�Civil Society and the Politics of Identity ::: International Endowment for Democracy
International Endowment for Democracy
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Civil Society and the Politics of Identity

By Ellen Meiksins Wood
From Democracy Against Capitalism: Renewing Historical Materialism. Cambridge University Press, 1995. Chapter 8, pp. 238-263.

At a time when a critique of capitalism is more urgent than ever, the dominant theoretical trends on the left are busy conceptualizing away the very idea of capitalism. The 'post-modern' world, we are told, is a pastiche of fragments and 'difference'. The systemic unity of capitalism, its 'objective structures' and totalizing imperatives, have given way (if they ever existed) to a bricolage of multiple social realities, a pluralistic structure so diverse and flexible that it can be rearranged by discursive construction. The traditional capitalist economy has been replaced by a 'post-Fordist' fragmentation, where every fragment opens up a space for emancipatory struggles. The constitutive class relations of capitalism represent only one personal 'identity' among many others, no longer 'privileged' by its historic centrality. And so on.

However diverse the methods of conceptually dissolving capitalism¡ªincluding everything from the theory of post-Fordism to post-modern 'cultural studies' and the 'politics of identity'¡ªthey often share one especially serviceable concept: 'civil society'. After a long and somewhat tortuous history, after a series of milestones in the works of Hegel, Marx and Gramsci, this versatile idea has become an all-purpose catchword for the left, embracing a wide range of emancipatory aspirations, as well¡ªit must be said¡ªas a whole set of excuses for political retreat. However constructive this idea may be in defending human liberties against state oppression, or in marking out a terrain of social practices, institutions and relations neglected by the 'old' Marxist left, 'civil society' is now in danger of becoming an alibi for capitalism.


There has been a long intellectual tradition in the West, even reaching back to classical antiquity, which has in various ways delineated a terrain of human association, some notion of 'society', distinct from the body politic and with moral claims independent of, and sometimes opposed to, the state's authority. Whatever other factors have been at work in producing such concepts, their evolution has been from the beginning bound up with the development of private property as a distinct and autonomous locus of social power. For example, although the ancient Romans, like the Greeks, still tended to identify the state with the community of citizens, the 'Roman people', they did produce some major advances in the conceptual separation of state and 'society', especially in the Roman Law which distinguished between public and private spheres and gave private property a legal status and clarity it had never enjoyed before.1

In that sense, although the modern concept of 'civil society' is associated with the specific property relations of capitalism, it is a variation on an old theme. Nevertheless, the variation is a critical one; and any attempt to dilute the specificity of this 'civil society', to obscure its differentiation from earlier conceptions of 'society', risks disguising the particularity of capitalism itself as a distinct social form with its own characteristic social relations, its own modes of appropriation and exploitation, its own rules of reproduction, its own systemic imperatives.2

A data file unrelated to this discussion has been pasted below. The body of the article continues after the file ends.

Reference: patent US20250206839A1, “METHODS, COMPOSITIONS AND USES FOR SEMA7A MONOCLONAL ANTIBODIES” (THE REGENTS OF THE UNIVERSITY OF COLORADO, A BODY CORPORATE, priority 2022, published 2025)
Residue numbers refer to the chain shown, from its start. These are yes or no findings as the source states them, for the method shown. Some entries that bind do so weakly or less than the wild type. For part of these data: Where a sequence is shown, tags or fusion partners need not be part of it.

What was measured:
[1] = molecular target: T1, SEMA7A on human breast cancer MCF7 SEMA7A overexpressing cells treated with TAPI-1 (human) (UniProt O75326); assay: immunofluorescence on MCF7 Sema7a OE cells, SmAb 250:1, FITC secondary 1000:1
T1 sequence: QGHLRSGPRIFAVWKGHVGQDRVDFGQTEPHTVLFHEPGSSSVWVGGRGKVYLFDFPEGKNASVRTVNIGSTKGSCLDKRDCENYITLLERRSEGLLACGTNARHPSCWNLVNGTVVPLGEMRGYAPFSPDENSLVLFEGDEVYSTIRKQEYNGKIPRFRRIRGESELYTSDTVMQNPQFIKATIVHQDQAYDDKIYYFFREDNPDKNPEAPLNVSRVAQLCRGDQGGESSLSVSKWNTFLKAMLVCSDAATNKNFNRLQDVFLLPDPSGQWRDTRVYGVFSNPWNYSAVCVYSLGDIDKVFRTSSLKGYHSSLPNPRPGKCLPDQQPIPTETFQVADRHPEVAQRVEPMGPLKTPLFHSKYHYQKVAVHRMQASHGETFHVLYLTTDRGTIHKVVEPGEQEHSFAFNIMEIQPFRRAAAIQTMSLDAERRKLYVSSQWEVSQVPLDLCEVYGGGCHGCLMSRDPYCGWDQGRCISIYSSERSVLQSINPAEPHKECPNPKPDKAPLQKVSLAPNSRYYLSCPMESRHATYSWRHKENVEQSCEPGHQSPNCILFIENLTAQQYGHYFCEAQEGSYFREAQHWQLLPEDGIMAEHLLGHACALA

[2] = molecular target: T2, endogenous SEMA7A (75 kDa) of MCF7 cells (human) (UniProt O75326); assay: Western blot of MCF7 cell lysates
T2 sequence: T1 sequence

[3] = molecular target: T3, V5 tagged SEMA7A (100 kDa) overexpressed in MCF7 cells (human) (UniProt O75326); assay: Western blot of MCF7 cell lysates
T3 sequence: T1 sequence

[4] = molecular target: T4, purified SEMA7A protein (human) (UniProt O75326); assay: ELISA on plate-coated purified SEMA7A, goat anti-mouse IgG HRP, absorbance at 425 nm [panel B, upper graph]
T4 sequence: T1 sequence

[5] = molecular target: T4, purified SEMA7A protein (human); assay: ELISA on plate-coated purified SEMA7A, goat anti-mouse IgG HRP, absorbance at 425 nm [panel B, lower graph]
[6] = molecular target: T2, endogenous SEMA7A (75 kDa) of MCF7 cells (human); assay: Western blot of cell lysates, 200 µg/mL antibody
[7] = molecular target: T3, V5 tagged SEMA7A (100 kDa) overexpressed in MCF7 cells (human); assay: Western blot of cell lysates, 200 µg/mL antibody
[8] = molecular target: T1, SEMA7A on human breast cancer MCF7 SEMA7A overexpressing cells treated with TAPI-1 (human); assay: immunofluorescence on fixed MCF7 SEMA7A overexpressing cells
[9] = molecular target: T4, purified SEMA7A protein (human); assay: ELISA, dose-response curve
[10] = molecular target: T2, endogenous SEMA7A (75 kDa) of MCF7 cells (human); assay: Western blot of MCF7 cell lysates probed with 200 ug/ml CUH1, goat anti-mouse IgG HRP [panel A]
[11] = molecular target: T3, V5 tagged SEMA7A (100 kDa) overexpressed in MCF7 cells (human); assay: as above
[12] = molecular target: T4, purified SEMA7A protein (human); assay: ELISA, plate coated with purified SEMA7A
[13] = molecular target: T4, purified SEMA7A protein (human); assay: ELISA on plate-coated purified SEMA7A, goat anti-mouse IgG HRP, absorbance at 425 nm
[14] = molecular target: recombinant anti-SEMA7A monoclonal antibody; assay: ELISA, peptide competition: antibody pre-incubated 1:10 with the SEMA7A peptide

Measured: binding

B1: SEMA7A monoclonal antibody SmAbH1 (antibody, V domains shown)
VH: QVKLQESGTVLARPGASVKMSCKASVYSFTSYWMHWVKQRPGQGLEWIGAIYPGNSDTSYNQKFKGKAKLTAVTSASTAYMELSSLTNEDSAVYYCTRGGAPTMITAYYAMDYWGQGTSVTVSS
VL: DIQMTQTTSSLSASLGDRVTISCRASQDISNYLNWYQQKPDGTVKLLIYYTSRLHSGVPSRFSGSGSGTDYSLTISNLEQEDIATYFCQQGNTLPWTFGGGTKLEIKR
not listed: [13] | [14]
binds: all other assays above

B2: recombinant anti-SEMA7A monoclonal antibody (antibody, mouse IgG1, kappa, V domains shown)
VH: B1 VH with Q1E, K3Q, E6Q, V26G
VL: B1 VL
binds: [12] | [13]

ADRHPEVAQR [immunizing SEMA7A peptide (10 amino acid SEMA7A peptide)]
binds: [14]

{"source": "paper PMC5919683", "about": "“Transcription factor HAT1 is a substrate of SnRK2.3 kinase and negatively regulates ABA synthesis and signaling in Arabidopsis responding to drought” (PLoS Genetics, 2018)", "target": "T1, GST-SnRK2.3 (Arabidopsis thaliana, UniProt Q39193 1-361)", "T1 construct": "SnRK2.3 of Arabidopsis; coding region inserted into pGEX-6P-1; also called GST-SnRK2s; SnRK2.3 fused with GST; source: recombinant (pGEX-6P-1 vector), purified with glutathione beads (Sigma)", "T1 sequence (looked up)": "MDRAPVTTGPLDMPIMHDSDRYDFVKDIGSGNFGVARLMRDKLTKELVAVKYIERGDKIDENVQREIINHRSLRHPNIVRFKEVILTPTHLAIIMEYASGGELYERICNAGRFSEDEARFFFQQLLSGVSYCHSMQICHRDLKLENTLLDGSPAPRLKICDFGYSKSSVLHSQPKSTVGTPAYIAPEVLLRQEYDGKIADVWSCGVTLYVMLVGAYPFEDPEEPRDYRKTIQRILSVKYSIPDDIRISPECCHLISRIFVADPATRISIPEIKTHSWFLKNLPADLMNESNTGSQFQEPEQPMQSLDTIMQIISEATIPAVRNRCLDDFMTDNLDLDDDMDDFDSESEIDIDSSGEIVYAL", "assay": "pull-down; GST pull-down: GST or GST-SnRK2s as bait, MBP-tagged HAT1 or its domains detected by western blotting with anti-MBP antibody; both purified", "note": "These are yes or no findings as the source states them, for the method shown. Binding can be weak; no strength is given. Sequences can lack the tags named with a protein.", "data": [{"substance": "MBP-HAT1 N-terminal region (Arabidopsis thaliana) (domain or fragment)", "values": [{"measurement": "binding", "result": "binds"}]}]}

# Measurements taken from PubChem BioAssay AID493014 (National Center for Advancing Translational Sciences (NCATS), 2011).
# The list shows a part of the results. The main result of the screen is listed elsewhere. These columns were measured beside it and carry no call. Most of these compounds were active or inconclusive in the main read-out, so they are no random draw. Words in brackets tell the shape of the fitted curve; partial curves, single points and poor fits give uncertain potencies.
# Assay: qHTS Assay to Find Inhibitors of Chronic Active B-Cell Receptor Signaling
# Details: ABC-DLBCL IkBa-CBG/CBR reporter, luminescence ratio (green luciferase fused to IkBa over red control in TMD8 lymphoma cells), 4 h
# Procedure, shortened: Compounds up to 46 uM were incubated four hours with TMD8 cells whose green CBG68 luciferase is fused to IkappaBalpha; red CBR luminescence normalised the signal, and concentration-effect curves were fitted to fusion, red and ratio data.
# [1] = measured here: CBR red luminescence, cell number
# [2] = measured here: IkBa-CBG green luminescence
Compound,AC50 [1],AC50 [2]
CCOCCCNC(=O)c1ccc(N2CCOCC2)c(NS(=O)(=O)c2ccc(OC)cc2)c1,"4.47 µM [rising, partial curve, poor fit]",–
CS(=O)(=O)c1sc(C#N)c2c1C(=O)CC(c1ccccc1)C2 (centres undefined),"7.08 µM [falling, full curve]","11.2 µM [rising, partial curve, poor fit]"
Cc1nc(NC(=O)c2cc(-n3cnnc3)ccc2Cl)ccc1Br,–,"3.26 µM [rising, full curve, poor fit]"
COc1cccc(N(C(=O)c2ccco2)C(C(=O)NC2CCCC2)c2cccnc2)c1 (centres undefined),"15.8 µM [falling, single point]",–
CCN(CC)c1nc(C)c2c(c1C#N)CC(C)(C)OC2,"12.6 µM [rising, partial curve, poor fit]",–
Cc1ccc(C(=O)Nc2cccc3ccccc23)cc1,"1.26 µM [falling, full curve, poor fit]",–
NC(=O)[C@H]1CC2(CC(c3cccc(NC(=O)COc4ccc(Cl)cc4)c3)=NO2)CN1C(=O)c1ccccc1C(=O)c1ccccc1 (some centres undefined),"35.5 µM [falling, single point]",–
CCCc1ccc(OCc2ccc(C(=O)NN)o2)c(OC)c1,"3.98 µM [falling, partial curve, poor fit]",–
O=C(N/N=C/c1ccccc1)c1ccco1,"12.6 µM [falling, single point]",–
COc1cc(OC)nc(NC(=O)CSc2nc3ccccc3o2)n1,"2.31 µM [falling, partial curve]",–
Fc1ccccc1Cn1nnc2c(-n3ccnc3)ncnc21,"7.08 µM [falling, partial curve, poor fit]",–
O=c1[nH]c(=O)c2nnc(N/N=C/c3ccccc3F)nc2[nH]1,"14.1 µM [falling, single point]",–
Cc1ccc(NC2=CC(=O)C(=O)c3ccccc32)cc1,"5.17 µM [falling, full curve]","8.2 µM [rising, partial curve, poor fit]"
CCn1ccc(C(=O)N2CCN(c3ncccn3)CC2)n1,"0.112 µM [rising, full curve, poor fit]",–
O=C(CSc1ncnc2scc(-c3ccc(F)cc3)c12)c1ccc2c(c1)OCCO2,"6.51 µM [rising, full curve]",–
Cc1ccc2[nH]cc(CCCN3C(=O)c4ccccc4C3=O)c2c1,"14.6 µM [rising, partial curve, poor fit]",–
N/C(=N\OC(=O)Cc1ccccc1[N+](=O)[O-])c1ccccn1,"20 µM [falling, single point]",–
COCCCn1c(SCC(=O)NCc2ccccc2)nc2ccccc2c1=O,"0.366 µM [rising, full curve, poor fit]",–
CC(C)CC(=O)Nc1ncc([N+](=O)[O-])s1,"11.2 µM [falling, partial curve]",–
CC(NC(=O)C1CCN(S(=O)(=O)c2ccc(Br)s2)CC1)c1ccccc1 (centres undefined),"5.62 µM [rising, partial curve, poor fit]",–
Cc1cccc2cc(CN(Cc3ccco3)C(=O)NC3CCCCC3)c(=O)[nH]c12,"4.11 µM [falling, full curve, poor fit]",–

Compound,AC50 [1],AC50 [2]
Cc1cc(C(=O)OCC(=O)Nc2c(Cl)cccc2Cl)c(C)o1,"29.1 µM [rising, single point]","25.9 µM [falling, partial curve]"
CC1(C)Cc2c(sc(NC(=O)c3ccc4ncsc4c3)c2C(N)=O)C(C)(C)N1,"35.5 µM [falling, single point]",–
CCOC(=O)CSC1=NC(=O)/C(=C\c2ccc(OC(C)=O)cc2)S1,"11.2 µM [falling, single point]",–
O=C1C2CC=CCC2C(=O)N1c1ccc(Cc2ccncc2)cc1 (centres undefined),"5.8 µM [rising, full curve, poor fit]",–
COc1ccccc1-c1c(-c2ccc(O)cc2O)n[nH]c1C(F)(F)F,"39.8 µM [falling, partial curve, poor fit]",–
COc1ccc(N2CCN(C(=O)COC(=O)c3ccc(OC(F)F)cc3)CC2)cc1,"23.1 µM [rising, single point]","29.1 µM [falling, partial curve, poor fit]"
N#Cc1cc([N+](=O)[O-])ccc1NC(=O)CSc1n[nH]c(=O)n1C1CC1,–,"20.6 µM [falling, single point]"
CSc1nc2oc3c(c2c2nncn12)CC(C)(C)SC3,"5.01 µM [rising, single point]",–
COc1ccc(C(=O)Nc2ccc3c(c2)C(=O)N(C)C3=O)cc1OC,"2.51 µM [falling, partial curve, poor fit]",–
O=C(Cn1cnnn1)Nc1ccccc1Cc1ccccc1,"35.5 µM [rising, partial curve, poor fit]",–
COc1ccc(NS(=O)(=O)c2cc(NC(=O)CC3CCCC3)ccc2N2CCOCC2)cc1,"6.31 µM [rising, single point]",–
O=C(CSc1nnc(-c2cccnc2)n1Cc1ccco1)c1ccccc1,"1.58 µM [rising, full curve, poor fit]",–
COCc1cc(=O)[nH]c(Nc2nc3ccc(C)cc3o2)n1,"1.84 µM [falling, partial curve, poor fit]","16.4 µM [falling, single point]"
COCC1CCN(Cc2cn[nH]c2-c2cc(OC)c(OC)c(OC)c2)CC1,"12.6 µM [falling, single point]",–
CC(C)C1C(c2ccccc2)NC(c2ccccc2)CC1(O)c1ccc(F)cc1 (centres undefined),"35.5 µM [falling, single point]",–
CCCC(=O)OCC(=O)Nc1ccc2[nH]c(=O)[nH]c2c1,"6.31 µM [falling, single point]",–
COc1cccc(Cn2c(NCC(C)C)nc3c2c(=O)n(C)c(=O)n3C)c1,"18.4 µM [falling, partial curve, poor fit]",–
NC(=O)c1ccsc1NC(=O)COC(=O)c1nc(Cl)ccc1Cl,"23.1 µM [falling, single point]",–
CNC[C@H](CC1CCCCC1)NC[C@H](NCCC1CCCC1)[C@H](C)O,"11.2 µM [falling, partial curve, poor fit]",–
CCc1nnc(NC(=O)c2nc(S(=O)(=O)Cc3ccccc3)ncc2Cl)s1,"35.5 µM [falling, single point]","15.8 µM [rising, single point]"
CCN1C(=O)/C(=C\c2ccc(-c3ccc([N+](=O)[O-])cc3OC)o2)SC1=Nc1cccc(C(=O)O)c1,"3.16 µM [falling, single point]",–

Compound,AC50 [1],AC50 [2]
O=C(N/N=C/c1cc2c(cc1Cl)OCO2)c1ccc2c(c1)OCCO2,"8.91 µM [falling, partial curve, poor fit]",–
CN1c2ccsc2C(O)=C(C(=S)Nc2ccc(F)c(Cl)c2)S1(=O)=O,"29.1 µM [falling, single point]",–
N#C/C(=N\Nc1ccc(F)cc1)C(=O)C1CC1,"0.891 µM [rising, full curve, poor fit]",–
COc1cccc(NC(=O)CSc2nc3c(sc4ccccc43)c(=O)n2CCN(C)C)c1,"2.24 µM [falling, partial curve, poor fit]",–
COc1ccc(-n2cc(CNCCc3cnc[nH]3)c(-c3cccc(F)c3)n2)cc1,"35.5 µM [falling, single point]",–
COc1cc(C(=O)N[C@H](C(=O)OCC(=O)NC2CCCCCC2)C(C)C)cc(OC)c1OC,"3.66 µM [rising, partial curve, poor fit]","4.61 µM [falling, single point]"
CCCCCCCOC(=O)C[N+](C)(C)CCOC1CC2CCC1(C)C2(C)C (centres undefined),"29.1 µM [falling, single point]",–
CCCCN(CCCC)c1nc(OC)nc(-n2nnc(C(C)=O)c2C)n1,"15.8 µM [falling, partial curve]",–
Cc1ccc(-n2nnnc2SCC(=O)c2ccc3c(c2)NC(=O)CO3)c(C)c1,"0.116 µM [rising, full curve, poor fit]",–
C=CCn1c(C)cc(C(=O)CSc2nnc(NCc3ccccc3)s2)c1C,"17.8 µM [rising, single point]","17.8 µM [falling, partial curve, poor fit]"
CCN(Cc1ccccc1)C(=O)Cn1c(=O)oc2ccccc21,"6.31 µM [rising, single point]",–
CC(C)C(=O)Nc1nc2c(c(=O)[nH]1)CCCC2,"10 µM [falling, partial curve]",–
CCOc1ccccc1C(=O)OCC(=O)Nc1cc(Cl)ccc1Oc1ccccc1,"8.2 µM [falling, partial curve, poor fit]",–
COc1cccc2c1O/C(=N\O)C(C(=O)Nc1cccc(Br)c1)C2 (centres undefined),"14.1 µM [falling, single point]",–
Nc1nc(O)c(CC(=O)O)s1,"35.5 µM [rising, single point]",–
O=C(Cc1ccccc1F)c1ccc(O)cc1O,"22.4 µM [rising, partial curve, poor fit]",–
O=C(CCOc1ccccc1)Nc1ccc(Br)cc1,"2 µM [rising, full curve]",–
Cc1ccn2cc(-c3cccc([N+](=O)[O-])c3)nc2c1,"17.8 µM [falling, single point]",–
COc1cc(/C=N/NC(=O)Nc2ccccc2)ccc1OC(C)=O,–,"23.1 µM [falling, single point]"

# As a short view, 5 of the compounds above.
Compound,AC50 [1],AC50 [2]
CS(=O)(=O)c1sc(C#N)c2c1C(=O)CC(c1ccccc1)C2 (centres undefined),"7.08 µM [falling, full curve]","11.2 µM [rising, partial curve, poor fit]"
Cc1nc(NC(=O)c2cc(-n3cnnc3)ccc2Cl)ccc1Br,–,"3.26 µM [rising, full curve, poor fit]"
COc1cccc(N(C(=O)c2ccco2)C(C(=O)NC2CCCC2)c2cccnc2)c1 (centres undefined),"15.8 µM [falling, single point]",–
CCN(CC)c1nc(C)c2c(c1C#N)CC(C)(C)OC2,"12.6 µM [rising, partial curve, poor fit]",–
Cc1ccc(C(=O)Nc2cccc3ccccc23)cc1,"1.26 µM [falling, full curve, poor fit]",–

The very particular modern conception of 'civil society'¡ªa conception that appeared systematically for the first time in the eighteenth century¡ªis something quite distinct from earlier notions of 'society': civil society represents a separate sphere of human relations and activity, differentiated from the state but neither public nor private or perhaps both at once, embodying not only a whole range of social interactions apart from the private sphere of the household and the public sphere of the state, but more specifically a network of distinctively economic relations, the sphere of the market place, the arena of production, distribution and exchange. A necessary but not sufficient pre-condition for this conception of civil society was the modern idea of the state as an abstract entity with its own corporate identity, which evolved with the rise of European absolutism; but the full conceptual differentiation of 'civil society' required the emergence of an autonomous 'economy', separated out from the unity of the 'political' and 'economic' which still characterized the absolutist state.

Paradoxically¡ªor perhaps not so paradoxically¡ªthe early usages of the term 'civil society' in the birthplace of capitalism, in early modern England, far from establishing an opposition between civil society and the state, conflated the two. In sixteenth and seventeenth century English political thought, 'civil society' was typically synonymous with the 'commonwealth' or 'political society'. This conflation of state and 'society' represented the subordination of the state to the community of private-property holders (as against both monarch and 'multitude') which constituted the political nation. It reflected a unique political dispensation, in which the dominant class depended for its wealth and power increasingly on purely 'economic' modes of appropriation, instead of on directly coercive 'extra-economic' modes of accumulation by political and military means, like feudal rent taking or absolutist taxation and office holding as primary instruments of private appropriation.